Whether you’ve experienced alcoholism yourself or had to watch a loved one sink farther and farther into addiction, you’ve probably seen firsthand what the progression of alcohol addiction is. The Jellinek curve puts much of what you’ve observed into an easier-to-see format that shows how a person goes from normal drinking, starts to slide down into addiction, spirals and then — with the right support and tools — begins the journey upward through recovery and eventually levels out again at a sober, healthy lifestyle.
The Jellinek curve offers a great deal of insight into how addiction works and what it looks like, but it’s important to remember that it’s just a model. This means that it’s not a hard-and-fast rule or an absolutely linear progression. In particular, you may skip certain parts of the addiction decline or have a few repetitions if relapse occurs. It should be seen more of a general guideline that helps us understand the cycle of addiction, and it can also be helpful in allowing those with active addiction or trying to recover to see more accurately where they are in the cycle.
The Creation of the Jellinek Curve
The Jellinek curve was created by E. M. Jellinek. Jellinek was a very important person is helping change the way we understand addiction and recovery, and his research eventually led him to the creation of the Jellinek curve. Jellinek’s original model only covered the slope down from “normal” life to addiction, and it was Dr. Max M. Glatt who added the slope up through recovery and rehabilitation later on. This makes the current Jellinek curve as we know it almost like an inverted bell curve with a cyclical middle that is representative of the throes of addiction itself.
While the Jellinek curve has been very important in helping health care professionals, addicts and the friends and family of those struggling with addiction better understand the phases, it’s not a perfect model. Addiction specialists today use it as a guiding tool to help people understand how substance abuse spirals out of control, common addicted behaviors and the point of recognition that begins the first step toward the sobriety journey.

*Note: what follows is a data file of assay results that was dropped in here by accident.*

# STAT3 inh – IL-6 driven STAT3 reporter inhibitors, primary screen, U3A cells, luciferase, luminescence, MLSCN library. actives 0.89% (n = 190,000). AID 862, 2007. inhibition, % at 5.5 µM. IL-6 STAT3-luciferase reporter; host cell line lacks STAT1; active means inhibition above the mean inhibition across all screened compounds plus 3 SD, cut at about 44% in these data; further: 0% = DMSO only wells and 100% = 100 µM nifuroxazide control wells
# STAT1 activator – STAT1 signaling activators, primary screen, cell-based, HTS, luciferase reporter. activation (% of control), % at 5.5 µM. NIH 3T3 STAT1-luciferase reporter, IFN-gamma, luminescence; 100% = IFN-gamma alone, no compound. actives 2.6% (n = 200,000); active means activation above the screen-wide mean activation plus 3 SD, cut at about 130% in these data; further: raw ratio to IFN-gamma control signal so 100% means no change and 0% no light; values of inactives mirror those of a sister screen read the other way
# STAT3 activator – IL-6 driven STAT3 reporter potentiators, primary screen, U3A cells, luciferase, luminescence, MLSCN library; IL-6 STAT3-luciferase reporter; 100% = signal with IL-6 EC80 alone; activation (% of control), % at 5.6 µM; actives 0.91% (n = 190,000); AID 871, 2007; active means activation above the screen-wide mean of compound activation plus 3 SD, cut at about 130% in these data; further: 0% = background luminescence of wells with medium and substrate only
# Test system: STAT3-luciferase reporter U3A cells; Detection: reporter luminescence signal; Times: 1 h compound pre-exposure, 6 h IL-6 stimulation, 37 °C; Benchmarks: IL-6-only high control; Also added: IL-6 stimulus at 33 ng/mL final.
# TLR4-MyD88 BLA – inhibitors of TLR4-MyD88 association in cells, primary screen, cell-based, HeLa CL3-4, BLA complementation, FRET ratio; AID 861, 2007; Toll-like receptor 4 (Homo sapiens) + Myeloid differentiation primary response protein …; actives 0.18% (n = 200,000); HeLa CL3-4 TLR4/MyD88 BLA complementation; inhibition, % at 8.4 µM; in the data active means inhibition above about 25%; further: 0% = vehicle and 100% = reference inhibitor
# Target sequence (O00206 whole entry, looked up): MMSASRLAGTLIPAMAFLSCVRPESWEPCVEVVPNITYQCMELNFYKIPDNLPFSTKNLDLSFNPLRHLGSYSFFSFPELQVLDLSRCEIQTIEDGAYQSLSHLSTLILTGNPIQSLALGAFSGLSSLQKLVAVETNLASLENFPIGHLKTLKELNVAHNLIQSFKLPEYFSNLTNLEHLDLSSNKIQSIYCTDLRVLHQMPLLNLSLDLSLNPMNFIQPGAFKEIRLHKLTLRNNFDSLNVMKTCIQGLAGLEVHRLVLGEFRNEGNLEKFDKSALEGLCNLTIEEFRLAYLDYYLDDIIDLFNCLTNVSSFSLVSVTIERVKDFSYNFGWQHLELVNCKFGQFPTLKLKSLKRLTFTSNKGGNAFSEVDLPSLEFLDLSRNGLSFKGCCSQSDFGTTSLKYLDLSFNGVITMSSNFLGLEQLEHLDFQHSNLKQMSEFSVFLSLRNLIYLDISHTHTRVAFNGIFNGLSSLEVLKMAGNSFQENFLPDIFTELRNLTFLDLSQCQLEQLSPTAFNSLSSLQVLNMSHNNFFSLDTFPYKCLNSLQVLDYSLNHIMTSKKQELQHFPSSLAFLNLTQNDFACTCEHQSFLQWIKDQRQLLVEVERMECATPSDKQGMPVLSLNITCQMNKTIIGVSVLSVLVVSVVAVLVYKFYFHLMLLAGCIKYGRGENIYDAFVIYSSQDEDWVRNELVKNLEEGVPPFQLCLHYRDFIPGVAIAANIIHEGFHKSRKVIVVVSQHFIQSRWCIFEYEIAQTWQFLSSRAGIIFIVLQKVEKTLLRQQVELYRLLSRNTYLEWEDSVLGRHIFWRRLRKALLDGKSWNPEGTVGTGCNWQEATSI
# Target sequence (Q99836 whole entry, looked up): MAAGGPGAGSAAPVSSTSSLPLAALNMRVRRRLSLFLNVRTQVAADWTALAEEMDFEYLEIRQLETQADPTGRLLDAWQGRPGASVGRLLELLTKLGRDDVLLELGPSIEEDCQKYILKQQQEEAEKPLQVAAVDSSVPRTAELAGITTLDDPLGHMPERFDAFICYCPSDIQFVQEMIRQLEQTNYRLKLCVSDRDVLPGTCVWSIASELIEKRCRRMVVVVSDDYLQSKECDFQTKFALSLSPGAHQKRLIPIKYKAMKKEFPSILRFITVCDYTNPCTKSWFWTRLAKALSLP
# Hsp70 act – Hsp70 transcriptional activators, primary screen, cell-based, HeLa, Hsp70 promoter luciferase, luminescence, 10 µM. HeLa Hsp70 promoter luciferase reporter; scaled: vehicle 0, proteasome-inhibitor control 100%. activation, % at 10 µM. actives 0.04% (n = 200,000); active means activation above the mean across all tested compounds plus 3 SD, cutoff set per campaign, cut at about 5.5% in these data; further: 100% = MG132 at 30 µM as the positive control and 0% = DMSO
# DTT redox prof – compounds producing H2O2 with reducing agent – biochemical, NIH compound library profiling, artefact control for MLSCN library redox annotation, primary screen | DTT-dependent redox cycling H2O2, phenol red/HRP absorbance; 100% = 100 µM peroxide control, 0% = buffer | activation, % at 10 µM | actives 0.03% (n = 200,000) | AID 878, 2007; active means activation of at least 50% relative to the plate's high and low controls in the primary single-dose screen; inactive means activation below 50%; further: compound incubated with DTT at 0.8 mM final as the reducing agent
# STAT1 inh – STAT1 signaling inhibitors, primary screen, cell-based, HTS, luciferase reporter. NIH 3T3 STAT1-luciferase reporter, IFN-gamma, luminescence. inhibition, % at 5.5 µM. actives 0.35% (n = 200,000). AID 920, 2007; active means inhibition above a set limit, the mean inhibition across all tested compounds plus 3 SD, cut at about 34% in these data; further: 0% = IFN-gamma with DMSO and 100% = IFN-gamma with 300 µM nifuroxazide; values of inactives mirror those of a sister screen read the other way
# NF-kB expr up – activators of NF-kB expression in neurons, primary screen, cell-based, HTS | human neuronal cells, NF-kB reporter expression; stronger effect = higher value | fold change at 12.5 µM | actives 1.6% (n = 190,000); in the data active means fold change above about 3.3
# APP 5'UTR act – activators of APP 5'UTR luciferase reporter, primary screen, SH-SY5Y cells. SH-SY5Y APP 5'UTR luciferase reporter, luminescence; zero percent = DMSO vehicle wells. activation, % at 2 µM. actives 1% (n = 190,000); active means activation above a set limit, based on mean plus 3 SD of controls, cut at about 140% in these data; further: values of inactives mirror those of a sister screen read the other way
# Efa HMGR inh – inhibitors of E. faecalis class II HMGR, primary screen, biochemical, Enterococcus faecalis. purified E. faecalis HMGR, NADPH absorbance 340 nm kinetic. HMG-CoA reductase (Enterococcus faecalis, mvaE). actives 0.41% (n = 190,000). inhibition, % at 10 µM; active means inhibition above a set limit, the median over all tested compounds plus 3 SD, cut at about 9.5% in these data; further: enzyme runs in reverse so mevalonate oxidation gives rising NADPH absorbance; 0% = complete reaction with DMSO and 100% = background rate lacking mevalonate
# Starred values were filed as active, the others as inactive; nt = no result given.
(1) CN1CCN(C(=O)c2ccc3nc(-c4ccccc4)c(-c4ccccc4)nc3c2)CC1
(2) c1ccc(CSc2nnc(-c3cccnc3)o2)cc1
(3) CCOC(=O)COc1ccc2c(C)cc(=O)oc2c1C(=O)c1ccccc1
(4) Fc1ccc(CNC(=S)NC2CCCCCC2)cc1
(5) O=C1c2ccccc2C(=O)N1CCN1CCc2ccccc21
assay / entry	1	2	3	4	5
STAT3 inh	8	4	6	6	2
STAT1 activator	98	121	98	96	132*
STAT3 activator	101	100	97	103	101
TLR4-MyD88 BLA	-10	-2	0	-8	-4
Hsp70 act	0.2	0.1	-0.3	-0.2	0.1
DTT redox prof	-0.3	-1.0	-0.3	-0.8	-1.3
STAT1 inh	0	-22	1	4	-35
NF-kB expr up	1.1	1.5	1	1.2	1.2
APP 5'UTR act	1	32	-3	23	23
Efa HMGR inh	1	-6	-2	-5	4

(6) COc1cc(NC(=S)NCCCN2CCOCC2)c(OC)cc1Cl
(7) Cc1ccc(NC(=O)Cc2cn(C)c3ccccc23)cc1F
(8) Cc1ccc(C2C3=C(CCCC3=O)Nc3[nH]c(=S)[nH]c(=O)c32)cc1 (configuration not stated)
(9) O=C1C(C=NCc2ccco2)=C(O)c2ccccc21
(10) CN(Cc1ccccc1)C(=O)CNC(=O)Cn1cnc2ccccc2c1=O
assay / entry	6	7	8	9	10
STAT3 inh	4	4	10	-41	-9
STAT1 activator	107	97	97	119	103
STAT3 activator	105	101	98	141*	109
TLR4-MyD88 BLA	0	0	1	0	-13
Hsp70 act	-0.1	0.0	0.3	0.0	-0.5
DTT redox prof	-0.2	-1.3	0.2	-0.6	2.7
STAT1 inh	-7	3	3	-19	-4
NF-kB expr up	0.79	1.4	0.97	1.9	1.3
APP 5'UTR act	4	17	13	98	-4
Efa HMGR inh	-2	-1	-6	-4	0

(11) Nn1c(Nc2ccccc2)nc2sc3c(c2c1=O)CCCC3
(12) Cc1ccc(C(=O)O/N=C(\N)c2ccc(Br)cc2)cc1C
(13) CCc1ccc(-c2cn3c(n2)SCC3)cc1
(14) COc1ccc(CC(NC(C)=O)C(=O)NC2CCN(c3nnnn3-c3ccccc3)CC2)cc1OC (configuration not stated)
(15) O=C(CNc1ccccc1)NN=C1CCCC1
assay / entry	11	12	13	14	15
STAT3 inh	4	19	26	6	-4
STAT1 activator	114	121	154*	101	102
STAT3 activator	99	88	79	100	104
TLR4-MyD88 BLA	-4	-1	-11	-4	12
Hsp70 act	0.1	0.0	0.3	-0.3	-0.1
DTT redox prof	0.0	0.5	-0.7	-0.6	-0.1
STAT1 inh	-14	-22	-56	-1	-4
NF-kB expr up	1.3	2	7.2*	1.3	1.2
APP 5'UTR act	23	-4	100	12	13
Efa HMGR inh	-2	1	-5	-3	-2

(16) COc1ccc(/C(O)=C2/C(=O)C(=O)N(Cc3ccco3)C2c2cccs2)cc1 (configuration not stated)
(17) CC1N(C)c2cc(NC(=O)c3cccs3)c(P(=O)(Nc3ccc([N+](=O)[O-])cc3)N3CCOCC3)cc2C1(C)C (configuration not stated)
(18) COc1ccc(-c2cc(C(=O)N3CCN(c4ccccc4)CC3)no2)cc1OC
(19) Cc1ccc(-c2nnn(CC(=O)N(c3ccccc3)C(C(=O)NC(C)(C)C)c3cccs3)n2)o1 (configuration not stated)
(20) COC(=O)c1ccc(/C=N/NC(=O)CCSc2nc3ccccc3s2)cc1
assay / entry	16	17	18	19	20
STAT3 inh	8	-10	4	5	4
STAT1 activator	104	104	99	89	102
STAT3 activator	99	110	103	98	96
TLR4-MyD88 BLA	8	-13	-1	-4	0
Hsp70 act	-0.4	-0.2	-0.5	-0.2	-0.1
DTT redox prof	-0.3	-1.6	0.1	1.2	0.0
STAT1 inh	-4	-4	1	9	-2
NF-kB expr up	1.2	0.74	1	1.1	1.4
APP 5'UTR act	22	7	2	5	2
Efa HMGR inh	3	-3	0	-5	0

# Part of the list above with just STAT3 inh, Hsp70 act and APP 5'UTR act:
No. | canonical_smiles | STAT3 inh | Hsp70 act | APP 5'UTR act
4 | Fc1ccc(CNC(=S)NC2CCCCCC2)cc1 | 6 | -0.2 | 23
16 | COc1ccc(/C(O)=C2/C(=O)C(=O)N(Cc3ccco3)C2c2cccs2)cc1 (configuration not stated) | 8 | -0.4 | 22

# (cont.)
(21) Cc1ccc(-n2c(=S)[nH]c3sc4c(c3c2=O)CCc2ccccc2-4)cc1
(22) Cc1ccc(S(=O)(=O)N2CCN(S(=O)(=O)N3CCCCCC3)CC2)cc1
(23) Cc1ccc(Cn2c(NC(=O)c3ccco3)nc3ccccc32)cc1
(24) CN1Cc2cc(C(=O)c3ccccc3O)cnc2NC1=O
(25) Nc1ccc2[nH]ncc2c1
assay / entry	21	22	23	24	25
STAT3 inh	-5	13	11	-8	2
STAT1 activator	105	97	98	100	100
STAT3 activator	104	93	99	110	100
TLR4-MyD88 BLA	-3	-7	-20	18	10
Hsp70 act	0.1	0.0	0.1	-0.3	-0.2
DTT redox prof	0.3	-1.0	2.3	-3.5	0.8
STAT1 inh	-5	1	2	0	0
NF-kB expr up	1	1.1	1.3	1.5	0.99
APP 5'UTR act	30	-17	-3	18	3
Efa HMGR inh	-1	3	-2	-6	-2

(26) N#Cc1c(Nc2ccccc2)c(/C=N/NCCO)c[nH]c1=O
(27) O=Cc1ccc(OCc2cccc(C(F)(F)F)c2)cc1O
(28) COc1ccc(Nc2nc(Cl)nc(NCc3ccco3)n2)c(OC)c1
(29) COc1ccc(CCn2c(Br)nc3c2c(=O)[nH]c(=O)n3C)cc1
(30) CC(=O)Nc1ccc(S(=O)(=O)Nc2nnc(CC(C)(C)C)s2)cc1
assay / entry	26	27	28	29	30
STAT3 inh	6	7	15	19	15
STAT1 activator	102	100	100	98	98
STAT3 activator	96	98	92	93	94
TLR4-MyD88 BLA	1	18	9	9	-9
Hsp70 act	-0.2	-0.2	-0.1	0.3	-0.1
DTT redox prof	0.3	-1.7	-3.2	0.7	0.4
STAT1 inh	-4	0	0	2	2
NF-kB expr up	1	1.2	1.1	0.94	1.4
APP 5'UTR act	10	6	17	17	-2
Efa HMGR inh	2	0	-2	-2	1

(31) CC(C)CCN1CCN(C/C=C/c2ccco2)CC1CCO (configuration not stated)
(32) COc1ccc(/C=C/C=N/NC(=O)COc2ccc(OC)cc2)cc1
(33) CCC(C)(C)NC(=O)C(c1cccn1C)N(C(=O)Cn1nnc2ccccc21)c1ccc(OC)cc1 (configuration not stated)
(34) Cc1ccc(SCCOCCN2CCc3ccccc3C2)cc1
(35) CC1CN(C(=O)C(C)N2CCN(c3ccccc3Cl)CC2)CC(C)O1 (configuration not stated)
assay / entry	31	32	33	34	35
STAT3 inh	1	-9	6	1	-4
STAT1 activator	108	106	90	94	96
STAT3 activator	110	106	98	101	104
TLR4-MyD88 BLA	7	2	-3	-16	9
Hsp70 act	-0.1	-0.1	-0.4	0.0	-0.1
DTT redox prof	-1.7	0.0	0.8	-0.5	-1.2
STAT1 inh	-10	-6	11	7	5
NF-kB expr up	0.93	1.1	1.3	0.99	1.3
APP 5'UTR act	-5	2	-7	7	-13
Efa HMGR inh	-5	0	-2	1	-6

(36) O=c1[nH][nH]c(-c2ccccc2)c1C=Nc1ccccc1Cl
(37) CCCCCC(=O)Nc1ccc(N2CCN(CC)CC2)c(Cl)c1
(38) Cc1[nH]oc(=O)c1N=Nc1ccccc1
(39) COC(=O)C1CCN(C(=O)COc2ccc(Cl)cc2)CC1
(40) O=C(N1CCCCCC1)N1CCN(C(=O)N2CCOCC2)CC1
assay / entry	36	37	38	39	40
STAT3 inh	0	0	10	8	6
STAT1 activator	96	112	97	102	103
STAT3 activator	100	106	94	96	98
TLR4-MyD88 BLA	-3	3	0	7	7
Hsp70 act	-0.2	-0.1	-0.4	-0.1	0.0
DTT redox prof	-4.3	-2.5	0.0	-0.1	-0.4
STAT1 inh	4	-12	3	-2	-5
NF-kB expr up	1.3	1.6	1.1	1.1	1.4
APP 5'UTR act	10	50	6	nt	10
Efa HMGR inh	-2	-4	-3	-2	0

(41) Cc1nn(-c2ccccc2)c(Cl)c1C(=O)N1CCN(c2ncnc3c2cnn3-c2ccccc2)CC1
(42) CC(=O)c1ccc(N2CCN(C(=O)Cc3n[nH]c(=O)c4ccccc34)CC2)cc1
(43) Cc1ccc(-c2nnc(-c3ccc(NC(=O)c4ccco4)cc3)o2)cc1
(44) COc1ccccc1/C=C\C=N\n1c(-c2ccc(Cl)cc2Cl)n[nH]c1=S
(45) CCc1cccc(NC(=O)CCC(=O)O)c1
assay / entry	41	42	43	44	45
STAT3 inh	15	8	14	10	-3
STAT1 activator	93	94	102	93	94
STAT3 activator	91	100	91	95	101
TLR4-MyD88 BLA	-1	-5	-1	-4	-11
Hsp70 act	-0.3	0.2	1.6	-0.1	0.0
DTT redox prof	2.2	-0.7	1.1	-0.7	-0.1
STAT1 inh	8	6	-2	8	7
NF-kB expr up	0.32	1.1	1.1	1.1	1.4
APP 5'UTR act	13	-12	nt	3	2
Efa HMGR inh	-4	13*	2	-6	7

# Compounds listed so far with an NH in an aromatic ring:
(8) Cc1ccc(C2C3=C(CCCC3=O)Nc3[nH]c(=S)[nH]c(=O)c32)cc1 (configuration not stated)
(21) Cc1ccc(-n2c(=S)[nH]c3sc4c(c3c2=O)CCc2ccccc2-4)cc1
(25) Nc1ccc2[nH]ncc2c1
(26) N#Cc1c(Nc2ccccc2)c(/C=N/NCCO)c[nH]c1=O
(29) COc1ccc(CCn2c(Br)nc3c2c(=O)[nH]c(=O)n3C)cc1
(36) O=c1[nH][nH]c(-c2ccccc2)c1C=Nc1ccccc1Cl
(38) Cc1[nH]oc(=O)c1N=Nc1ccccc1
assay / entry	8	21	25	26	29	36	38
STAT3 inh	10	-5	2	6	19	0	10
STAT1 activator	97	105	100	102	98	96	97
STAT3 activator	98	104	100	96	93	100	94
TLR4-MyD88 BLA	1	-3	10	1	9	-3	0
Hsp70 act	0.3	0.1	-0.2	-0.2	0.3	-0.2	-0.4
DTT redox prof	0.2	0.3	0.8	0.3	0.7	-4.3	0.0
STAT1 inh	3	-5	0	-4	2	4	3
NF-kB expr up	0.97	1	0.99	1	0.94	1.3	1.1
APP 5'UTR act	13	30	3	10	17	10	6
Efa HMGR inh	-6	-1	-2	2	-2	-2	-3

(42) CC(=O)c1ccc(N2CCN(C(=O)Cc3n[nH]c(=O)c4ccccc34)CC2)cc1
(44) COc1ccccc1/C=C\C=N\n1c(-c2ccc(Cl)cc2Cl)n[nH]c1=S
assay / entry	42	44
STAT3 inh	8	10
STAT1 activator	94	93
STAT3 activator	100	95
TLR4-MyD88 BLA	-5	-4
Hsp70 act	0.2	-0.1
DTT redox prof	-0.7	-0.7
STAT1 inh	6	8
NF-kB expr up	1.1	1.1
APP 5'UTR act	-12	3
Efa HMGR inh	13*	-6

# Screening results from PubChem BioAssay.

What Does the Jellinek Curve Posit?
The full Jellinek curve has three basic stages: the crucial phase, the chronic phase and the rehabilitation phase. Understanding what happens in each of these stages can give you a better picture of addiction and help you identify where you or a loved one may be in the cycle.
The crucial phase is the initial stage of addiction where the person is going from occasional drinking that is not a problem to using alcohol to cope with life in an unhealthy manner. In this stage, the person starts drinking more, often increasing both the amount of alcohol and frequency of drinking. At this point the person may experience:
- Increased alcohol tolerance
- Drinking in the morning or earlier in the day than is usually socially acceptable
- Loss of control or willpower when it comes to alcohol
- Feelings of shame or guilt about drinking behaviors
- Neglect of other areas of life, including career, hygiene and basic nutrition